A representative list of code schools and scholarship information can be found on the Operation Code website at the following link: https://www.operationcode.org/code_schools
- If your goal is to build skills for a new career in programming, look for a program that will allow you to complete at least around 1000 hours of coding / instruction, at the absolute minimum. Whether it’s in an immersive 12-week program at 80 hours per week, or a one-year program at 20 hours per week, it’s up to you; but 1,000 hours of focused, guided programming learning is the bare minimum needed to become a proficient programmer.
- The choice of technology stack is often a source of much debate, with tradeoffs around the number of jobs versus the learning curve required for different languages. Ultimately there are a lot of jobs in each of the languages / stacks that are taught. Always look for a coding boot camp where the programming stack is in high demand, with many jobs available immediately after graduation.
Cost is an important consideration that the veteran should keep in mind when choosing the right camp of code to meet their needs. Most coding schools offer scholarships to veterans to help defray costs. At Code Platoon, for example, the tuition is $ 13,000 for the full program. However, all veterans accepted into the program receive a scholarship of $ 10,500, bringing the total cost of the program to the veteran to $ 2,500. Travel costs to and from Chicago and living expenses while participating in the program in Chicago are extra.
There is no charge for Operation Code programs and services for active duty military members, National Guard and Reserve troops, veterans and their spouses. Information on conference scholarships is available on the Operation Code website: https://operationcode.org/scholarships.
How about using the Post-9/11 GI Bill to attend one of those coding camps? Currently, 5 code schools across the country accept the New GI Bill: Sabio (Los Angeles), Code Fellows (Seattle), Galvanize, RefactorU and SkillDistillery (Colorado).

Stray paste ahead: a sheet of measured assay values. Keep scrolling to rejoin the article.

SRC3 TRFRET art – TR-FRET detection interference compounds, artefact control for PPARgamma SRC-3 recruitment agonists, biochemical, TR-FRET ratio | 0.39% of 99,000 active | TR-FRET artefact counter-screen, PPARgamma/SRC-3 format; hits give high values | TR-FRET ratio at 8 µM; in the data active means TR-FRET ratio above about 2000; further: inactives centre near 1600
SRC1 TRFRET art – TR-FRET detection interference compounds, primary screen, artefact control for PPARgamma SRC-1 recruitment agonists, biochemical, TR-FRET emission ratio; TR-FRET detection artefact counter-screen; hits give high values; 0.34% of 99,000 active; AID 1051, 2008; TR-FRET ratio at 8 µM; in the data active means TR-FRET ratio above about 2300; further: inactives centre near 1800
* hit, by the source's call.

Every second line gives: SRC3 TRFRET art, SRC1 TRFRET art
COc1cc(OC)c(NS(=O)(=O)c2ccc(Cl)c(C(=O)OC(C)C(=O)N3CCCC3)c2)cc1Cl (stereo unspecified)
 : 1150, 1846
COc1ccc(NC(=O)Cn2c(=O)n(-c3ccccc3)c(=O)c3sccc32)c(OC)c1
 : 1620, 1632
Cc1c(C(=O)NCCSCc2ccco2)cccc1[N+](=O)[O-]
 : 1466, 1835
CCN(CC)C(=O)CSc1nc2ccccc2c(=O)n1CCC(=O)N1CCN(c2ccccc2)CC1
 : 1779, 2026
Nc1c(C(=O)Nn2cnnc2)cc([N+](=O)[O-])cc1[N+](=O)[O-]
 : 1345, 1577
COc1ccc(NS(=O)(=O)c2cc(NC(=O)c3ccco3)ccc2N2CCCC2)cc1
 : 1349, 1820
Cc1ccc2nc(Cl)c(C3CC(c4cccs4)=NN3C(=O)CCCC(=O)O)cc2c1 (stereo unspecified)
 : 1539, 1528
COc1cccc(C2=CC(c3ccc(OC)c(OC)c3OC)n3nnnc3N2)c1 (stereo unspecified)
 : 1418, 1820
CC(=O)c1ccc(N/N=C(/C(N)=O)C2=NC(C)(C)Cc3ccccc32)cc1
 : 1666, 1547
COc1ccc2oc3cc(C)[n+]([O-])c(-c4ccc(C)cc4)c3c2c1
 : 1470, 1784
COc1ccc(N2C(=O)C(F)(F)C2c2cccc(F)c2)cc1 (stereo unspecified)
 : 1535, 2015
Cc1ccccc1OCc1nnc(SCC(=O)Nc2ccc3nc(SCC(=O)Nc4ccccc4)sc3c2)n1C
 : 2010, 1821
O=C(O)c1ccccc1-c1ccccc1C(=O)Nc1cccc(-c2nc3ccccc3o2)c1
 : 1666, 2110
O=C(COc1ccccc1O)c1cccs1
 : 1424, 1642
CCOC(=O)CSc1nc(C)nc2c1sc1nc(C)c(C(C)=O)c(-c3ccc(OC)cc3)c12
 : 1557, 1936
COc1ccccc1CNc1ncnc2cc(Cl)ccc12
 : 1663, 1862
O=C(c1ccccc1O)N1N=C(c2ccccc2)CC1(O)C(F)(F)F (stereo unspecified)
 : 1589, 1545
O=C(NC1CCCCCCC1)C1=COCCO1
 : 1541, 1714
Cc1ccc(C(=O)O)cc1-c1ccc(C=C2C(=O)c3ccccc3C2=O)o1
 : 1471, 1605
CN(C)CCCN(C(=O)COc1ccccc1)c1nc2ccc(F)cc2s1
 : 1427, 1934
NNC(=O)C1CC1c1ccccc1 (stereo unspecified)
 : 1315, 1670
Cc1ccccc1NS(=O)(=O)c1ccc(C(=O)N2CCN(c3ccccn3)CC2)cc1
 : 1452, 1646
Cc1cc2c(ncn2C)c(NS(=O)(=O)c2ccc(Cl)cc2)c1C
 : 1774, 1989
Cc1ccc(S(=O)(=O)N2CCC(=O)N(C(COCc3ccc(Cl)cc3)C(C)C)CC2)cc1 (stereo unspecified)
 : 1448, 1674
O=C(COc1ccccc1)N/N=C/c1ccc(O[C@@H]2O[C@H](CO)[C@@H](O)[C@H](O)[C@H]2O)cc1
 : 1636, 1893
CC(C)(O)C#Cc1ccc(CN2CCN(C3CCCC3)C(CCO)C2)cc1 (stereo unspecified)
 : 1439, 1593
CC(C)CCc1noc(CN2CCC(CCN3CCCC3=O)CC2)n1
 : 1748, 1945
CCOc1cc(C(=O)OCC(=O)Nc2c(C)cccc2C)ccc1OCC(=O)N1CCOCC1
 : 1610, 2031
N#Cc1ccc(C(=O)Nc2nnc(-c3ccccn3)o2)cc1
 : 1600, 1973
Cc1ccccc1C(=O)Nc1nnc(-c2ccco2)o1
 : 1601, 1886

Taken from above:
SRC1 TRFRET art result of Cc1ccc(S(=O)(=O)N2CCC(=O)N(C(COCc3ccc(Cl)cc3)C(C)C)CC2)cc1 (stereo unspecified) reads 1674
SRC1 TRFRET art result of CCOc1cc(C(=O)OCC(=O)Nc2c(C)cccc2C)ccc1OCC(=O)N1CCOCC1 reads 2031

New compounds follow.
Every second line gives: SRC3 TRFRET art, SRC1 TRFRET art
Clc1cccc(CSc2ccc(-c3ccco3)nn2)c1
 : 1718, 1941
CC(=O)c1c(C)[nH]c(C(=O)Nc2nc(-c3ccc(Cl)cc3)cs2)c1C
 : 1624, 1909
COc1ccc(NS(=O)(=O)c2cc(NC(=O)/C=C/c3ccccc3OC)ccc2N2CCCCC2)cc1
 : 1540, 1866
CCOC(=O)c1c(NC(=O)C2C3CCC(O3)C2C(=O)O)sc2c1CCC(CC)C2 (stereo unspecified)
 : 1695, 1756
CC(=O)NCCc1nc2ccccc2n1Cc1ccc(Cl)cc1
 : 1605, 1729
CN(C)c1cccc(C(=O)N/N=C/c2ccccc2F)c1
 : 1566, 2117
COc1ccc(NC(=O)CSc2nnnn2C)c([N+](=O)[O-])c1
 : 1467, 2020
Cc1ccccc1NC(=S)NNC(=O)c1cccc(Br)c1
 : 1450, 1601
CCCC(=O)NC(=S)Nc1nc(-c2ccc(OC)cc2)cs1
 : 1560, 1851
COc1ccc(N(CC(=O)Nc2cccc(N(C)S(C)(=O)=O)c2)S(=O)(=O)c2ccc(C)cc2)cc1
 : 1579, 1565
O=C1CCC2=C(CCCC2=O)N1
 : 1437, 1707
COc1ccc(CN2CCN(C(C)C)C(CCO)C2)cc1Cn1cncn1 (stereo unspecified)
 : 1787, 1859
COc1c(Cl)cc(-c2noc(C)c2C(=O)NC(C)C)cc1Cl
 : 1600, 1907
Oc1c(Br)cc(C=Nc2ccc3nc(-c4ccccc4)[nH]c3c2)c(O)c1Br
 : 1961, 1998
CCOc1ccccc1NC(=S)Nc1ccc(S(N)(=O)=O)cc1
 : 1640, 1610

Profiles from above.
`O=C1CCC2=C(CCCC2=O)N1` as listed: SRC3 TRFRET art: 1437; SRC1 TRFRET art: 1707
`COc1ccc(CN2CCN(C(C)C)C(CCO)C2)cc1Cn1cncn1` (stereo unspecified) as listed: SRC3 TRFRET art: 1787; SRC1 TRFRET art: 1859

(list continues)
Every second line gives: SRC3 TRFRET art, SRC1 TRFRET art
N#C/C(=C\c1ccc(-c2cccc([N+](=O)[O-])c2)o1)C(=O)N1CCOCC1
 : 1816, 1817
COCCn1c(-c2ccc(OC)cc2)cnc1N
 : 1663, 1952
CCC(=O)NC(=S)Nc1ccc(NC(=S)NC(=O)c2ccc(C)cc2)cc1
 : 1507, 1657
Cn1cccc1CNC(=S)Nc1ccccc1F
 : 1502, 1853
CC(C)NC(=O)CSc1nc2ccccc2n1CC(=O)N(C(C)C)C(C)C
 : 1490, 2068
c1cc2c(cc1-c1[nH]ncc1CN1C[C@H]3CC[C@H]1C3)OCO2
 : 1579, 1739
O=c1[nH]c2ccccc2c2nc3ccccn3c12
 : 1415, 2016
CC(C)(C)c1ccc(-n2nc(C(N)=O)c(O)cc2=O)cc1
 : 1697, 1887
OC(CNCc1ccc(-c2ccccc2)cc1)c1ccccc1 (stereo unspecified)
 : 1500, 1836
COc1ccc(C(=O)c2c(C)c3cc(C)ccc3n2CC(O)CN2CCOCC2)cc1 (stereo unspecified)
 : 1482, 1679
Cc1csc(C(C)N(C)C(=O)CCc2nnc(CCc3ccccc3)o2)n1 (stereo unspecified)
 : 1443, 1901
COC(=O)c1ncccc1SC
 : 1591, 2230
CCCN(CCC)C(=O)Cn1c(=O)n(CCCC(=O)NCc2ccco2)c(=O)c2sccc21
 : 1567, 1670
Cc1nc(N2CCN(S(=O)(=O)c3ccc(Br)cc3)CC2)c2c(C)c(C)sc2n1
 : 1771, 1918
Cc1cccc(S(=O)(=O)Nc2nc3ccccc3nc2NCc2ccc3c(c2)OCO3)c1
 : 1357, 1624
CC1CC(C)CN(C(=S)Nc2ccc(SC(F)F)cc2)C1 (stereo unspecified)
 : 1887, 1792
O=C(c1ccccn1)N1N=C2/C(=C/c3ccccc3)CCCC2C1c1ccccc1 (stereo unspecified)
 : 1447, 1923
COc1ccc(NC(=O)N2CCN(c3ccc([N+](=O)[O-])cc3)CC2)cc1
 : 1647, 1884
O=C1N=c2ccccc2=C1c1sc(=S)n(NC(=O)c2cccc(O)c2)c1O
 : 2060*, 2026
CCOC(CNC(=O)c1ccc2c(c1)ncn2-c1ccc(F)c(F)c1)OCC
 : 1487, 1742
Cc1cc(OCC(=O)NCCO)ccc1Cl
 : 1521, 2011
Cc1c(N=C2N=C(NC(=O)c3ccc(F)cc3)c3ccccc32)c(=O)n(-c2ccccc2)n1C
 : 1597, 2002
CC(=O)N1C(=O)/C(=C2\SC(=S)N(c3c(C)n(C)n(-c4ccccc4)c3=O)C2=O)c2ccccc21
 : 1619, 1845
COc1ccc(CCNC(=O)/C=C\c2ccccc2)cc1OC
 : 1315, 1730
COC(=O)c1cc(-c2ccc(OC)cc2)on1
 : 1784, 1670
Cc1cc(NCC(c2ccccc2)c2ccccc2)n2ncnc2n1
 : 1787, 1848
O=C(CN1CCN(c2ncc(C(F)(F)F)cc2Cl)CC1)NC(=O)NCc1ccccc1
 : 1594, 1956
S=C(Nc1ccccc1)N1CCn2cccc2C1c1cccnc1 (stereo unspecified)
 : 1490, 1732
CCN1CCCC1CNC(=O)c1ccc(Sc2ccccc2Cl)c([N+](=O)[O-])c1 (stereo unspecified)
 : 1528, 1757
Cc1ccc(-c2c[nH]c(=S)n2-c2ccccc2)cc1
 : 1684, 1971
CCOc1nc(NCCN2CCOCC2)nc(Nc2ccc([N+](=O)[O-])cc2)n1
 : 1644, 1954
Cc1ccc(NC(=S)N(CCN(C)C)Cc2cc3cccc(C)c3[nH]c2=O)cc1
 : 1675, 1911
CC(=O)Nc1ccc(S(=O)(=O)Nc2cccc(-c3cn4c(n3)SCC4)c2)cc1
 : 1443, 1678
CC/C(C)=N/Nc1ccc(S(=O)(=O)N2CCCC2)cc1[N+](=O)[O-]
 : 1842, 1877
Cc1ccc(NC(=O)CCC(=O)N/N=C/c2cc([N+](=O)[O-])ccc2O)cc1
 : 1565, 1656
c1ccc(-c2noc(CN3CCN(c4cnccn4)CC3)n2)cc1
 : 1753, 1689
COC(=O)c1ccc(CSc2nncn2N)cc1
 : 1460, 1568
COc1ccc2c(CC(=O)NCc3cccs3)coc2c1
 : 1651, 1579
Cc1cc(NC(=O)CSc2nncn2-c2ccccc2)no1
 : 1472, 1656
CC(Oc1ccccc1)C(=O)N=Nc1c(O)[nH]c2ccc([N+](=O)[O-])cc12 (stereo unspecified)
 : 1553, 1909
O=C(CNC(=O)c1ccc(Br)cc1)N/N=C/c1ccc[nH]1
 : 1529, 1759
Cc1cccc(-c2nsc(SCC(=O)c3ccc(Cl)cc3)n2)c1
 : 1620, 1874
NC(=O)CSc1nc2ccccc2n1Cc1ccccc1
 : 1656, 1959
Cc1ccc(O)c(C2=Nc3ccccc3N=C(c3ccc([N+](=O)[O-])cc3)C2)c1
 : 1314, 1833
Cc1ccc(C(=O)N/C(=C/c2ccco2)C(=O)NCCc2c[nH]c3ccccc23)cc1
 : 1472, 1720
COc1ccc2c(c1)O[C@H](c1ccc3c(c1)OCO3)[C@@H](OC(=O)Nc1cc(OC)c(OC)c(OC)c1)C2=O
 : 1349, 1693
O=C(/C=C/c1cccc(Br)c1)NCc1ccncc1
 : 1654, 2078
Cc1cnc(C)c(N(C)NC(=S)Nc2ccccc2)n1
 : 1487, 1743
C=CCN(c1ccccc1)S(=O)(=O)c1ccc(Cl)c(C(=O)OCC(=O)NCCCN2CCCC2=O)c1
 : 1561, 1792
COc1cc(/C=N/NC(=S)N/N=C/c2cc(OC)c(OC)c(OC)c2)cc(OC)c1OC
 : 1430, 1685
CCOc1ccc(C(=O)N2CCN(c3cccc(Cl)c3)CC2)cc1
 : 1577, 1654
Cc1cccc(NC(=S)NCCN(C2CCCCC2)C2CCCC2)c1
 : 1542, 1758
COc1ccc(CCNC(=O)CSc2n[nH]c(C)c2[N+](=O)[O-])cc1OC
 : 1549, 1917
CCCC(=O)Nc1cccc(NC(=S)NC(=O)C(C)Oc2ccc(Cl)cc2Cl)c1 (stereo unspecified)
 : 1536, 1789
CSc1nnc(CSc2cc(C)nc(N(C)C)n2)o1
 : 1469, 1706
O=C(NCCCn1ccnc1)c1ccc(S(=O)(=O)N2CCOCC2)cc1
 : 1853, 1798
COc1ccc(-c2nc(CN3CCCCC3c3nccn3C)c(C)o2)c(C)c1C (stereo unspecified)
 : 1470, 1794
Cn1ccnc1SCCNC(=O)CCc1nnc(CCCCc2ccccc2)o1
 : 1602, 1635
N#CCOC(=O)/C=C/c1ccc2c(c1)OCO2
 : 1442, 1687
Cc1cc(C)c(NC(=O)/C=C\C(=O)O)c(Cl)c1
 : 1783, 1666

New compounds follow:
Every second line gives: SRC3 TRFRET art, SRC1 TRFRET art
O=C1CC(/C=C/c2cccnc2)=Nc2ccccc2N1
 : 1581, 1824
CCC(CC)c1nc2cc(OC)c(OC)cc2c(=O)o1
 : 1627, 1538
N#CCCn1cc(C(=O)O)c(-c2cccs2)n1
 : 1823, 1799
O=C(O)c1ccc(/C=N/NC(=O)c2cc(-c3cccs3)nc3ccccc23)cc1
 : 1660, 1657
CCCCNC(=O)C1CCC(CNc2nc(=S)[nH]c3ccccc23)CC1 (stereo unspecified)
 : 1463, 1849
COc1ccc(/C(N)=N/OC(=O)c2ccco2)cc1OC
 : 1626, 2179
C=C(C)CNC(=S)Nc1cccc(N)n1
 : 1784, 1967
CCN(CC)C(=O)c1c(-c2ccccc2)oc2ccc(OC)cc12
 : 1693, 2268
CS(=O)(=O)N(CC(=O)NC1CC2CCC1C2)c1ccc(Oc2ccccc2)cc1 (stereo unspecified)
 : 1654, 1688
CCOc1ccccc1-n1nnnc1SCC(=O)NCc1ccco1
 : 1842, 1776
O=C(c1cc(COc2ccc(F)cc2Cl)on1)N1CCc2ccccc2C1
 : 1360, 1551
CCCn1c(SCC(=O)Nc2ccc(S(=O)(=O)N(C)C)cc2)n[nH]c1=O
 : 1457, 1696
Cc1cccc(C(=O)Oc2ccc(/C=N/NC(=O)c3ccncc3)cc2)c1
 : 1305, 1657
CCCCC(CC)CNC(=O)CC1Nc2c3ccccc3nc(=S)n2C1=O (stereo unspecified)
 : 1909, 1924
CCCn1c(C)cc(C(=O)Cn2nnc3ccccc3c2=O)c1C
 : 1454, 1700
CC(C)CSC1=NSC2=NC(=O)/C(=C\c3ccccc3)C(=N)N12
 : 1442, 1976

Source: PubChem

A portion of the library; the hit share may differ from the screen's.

However, most coding schools are not eligible to receive GI Bill funds. Code Platoon hopes to be eligible for GI Bill funding within a year. Each state has its own licensing body that approves New GI Bill participation programs, with two years of school operation experience typically required. You can find more information on this on the Operation Code website at https://operationcode.org/code_schools.
Internships, mentoring partners, and placement are all important considerations for the veteran when choosing a coding camp. Code Platoon, for example, pairs its students with two industry partners, who work with the student throughout the program.
Operation Code provides its military veteran members with ongoing software mentorship through its Software Mentor Protege program, where its members get help with their code, by partnering online in a peer-to-peer learning environment with Professional software developers for lifelong learning and understanding in an inclusive and nurturing environment.
And, most coding schools help their graduates with job placement assistance upon completion of their programs.
Obviously, there are a lot of things that veterans need to consider before applying to coding camp.
The different types of programs, whether onsite or online, need to be determined. The reputation of the coding camp, the success of its graduates, costs, potential use of the GI Bill, scholarships, internships, mentoring, and job placement assistance should all be carefully considered.
But, one thing is perfectly clear about obtaining the skills necessary to be a successful computer programmer. It offers the opportunity to have a lasting career in a growing and well-paying field that will change the world.
And what better than that for veterans and their families?
Watch this introduction to Code Platoon:
And now, check out this introduction to Operation Code:
Paul Dillon is the head of Dillon Consulting Services, LLC, a veteran community service company with offices in Durham and Chicago. To learn more, visit their website here.